Allow a minimum of three months from start to completion when working on the house full-time. If the house is built on a part-time basis, it will take considerably longer.
Planning to build.
Create a budget to keep track of the money you want to spend. Use it to keep track of all the expenditures.
Find the land where you want to live.
- Will you buy land?
- Will you rent land?
- Will you park your home in the backyard of friends or family?
- Will you park your home in an RV park?
Make sure that the local rules and regulations allow for a tiny house.
Make sure that a tiny house is what you want to live in.
If you aren’t sure and want to give living tiny a try first.
- There are tiny house rentals that you can rent short or long term.
- Buy or rent an RV – a motor home, a 5th wheel or a trailer.
If you don’t want to rent, you could consider buying a tiny house. There are many for sale in online and offline classified ads.
Live in the home until you are sure that residing in a modest home is the right choice for you.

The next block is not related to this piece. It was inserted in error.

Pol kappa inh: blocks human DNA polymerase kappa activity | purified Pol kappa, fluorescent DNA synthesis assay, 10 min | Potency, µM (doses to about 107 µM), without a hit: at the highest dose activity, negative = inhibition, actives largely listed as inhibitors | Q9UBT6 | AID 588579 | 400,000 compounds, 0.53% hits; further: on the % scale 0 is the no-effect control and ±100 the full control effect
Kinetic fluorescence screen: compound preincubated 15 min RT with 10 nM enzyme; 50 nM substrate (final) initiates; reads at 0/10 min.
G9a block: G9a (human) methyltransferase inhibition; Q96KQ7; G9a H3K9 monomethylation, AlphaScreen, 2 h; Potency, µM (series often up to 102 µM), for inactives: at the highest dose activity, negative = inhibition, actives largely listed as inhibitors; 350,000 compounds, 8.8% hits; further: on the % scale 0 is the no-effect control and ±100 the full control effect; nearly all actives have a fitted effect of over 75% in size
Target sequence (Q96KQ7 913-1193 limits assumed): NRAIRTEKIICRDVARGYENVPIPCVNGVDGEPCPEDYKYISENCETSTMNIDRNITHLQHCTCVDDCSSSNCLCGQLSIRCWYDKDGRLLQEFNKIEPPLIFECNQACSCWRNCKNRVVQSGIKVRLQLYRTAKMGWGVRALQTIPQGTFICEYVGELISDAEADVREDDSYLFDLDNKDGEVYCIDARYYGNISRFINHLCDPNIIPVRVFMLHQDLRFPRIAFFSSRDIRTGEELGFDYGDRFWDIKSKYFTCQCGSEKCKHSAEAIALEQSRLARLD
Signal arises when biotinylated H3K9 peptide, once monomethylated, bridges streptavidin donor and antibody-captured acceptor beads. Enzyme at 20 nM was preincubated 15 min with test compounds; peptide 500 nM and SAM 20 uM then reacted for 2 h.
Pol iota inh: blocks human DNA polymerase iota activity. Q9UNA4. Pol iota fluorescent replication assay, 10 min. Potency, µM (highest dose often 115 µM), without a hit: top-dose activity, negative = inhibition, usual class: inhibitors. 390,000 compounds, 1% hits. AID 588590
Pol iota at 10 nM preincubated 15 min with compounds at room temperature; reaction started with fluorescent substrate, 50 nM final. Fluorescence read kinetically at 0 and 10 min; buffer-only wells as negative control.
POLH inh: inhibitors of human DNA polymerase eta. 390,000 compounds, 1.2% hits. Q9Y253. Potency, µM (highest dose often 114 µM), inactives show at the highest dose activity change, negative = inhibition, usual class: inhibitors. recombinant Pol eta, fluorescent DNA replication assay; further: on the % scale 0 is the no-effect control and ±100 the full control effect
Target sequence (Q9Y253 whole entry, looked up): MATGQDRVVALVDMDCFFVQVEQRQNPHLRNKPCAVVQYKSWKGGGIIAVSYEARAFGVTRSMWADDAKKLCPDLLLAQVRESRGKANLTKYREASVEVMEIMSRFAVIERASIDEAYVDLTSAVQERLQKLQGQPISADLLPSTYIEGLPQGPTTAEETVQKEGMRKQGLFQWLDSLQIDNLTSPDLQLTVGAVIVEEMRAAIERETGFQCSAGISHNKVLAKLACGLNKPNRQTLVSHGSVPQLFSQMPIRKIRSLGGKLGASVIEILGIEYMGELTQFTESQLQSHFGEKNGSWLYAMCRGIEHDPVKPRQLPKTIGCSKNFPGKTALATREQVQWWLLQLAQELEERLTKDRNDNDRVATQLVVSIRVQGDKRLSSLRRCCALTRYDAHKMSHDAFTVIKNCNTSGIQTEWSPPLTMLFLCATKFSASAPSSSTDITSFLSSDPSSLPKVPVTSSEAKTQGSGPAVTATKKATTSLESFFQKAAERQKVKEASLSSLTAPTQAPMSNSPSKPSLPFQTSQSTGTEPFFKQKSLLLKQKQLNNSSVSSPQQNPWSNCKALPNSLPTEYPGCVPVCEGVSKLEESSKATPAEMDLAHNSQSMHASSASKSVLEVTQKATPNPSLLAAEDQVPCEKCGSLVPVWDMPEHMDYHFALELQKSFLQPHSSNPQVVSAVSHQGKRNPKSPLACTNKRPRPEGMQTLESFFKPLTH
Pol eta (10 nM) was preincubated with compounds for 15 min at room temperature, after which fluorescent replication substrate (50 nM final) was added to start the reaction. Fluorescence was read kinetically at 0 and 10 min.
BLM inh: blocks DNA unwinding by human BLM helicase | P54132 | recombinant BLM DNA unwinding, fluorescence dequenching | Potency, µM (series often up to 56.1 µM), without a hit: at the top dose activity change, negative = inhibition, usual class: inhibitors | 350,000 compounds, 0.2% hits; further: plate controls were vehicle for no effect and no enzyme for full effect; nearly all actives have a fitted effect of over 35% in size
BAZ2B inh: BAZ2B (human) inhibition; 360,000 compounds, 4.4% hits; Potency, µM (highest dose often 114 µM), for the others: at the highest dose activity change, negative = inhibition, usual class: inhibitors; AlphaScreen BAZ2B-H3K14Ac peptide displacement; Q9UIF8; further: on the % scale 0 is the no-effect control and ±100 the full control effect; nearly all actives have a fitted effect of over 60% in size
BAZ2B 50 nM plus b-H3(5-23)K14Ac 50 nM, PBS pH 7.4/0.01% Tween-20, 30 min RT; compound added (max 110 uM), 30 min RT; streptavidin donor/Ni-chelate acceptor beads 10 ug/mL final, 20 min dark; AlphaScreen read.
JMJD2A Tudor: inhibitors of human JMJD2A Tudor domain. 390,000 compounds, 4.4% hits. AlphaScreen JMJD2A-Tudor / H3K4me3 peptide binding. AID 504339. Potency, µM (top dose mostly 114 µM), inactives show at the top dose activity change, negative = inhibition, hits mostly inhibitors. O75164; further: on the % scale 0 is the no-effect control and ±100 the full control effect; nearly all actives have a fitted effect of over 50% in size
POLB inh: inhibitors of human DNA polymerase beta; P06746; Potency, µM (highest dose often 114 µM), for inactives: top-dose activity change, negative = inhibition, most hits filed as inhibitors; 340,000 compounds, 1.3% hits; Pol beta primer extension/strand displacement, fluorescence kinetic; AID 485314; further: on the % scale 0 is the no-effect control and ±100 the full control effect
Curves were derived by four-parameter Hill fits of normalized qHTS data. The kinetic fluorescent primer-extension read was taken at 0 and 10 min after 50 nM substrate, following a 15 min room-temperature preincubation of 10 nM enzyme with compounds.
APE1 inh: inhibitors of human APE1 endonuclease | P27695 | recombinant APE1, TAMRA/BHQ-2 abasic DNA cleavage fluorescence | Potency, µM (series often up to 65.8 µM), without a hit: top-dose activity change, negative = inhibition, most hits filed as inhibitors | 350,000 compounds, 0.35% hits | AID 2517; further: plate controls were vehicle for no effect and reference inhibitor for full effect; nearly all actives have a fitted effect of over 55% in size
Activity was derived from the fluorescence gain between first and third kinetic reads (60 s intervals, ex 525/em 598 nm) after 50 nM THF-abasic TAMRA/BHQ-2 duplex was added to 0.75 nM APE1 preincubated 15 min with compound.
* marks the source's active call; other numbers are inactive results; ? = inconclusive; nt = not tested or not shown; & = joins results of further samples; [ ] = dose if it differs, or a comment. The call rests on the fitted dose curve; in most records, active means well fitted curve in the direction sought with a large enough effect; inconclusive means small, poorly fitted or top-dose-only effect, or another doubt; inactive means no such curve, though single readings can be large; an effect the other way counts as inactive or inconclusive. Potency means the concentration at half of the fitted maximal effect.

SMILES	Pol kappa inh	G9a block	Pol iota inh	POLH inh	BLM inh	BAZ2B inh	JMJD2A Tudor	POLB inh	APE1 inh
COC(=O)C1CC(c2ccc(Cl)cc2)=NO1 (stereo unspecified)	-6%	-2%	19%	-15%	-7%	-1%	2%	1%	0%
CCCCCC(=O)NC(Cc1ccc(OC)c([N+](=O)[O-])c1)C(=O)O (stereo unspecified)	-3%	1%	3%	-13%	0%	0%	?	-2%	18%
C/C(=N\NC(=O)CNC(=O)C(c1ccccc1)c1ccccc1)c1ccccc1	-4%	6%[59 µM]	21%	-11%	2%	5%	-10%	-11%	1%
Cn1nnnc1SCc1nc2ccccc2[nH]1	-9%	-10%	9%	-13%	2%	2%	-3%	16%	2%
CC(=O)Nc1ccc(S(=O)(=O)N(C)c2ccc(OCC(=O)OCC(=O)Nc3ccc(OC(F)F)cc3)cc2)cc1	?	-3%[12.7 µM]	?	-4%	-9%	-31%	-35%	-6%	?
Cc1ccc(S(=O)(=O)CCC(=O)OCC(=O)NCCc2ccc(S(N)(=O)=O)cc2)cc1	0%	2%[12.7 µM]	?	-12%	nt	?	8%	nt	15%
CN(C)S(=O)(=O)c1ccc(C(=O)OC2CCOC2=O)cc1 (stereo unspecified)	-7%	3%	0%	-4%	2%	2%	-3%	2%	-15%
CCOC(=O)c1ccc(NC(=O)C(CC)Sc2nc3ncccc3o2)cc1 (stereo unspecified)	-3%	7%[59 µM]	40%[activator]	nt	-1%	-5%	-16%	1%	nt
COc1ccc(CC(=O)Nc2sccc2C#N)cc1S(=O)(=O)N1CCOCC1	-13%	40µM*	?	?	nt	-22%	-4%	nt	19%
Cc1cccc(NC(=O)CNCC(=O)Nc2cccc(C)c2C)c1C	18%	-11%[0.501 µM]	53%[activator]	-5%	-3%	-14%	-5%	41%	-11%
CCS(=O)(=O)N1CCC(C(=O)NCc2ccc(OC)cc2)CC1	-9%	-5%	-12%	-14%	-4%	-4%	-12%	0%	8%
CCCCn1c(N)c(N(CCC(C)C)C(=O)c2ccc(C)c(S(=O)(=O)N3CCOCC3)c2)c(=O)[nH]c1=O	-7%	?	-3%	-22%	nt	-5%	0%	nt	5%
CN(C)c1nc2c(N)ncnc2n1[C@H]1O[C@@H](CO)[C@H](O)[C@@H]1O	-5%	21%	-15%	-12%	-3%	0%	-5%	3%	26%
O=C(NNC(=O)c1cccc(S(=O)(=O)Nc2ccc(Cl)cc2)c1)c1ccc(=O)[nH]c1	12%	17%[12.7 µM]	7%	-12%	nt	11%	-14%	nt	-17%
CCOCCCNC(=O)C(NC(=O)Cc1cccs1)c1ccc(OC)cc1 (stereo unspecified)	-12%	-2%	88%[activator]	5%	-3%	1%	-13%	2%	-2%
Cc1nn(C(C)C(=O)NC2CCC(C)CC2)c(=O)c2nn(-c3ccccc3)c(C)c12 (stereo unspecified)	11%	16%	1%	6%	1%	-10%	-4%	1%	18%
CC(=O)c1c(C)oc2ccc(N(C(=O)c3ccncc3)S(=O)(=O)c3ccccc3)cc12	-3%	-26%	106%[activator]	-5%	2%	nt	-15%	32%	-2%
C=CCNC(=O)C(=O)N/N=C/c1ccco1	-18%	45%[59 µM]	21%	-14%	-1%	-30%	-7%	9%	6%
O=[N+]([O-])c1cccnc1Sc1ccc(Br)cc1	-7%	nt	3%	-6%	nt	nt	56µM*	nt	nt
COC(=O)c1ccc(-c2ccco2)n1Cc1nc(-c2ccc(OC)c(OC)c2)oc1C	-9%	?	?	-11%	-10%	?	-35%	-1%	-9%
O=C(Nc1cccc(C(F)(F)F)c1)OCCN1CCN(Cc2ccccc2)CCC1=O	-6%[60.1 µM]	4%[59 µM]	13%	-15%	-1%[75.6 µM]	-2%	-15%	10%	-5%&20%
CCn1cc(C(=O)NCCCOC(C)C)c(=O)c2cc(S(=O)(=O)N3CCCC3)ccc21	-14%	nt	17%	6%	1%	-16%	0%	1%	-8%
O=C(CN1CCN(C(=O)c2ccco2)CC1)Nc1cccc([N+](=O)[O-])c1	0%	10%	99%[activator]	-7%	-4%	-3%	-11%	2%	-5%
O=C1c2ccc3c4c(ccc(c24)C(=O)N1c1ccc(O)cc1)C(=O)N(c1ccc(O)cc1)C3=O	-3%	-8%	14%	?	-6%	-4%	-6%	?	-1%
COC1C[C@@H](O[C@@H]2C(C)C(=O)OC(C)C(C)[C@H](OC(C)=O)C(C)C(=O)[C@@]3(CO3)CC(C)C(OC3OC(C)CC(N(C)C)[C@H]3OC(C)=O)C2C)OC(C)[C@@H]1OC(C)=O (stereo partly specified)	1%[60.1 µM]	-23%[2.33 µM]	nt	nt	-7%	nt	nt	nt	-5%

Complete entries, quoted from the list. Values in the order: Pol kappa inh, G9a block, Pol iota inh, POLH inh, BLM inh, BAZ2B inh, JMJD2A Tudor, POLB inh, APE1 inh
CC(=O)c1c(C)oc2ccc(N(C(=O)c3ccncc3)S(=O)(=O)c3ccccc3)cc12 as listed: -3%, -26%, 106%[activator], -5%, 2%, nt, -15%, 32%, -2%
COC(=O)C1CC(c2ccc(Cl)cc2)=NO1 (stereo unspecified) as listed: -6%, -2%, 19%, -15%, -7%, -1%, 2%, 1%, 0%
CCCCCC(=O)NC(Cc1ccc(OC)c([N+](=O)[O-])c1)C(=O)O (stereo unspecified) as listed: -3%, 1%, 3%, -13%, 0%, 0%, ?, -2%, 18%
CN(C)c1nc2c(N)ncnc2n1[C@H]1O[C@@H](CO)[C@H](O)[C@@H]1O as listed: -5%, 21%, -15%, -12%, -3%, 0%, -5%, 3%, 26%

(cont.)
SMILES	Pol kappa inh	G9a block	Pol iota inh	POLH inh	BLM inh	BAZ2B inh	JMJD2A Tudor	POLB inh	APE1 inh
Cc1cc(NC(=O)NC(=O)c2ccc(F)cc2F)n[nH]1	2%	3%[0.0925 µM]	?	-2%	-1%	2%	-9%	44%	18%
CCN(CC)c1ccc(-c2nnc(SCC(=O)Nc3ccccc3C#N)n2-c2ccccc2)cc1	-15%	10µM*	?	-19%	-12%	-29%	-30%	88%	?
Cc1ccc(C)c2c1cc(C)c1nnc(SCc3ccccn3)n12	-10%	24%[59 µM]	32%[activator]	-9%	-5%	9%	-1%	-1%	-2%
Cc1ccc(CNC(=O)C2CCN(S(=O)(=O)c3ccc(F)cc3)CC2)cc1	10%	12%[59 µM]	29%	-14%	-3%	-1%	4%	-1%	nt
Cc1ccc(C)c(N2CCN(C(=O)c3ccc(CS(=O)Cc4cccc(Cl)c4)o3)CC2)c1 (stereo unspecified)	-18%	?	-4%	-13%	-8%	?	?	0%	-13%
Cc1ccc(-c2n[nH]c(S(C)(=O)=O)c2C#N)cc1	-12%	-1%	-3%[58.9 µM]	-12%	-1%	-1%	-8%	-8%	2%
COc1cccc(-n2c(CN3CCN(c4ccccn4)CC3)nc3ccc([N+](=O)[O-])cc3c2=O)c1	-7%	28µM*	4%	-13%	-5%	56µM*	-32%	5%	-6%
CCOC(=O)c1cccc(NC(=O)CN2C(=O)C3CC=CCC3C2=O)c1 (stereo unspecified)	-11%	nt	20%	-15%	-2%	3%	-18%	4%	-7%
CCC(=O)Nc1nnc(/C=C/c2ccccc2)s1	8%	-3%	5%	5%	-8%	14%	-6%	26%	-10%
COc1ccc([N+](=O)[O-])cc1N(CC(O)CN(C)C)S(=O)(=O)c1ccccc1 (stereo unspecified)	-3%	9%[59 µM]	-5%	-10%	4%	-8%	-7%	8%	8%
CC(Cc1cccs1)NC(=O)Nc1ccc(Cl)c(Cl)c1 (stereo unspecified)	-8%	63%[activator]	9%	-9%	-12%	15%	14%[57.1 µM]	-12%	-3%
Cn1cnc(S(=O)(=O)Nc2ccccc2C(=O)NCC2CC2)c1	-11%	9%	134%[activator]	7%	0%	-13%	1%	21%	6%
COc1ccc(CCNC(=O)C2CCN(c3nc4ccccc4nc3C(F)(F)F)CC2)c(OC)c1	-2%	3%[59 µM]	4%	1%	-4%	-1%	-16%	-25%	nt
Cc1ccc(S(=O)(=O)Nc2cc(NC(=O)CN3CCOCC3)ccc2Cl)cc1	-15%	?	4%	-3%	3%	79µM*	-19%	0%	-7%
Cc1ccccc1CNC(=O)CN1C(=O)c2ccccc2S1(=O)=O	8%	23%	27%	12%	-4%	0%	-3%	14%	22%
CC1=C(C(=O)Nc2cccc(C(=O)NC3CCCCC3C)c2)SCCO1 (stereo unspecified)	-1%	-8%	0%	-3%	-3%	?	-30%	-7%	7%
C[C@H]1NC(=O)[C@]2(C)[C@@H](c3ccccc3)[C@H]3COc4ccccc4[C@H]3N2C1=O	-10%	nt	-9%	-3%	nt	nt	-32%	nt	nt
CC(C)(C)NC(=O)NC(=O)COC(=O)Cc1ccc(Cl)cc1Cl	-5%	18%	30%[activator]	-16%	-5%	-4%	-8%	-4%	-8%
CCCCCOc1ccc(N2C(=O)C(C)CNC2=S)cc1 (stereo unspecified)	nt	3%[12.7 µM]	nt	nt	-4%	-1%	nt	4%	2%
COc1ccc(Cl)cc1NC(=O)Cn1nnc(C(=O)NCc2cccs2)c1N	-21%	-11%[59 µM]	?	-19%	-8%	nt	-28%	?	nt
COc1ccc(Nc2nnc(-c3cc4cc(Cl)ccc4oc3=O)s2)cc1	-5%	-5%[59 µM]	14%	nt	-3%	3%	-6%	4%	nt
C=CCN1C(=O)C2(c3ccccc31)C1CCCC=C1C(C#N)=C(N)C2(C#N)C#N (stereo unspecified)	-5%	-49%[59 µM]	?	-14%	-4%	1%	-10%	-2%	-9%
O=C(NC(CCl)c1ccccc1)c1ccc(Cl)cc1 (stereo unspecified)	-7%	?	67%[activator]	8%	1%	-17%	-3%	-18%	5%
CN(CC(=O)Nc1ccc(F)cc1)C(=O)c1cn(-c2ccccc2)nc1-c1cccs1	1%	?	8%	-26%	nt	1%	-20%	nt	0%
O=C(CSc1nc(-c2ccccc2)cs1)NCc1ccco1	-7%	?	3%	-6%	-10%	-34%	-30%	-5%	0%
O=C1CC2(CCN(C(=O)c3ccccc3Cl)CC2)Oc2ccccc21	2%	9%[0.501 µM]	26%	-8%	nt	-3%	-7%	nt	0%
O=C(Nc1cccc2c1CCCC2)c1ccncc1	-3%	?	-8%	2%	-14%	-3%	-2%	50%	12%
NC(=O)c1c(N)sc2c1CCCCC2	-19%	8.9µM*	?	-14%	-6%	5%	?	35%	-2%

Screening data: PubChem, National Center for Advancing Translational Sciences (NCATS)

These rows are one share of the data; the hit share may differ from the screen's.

Insurance for a tiny home can sometimes be a little challenging. You may want to contact insurance companies and gather information before beginning to build or searching to buy. There are insurance companies that insure very small buildings, but they aren’t as common as traditional house insurance. You’ll want to contact them and compare prices and coverage.
Mortgage or Pay-In-Full
Although the cost of tiny houses is considerably less than what you would pay for a traditional home, there are still costs that you will incur. If you need to borrow money to buy or build your home, you’ll need to research for the best terms and interest rates.
If you are building the home yourself or having it built, be sure you have a good understanding of what it will cost you from start to finish. You’ll need to factor in all the tools you’ll need to buy, the cost of house plans, the cost of land, the materials, the equipment, the interior finishing touches, and the furniture and appliances.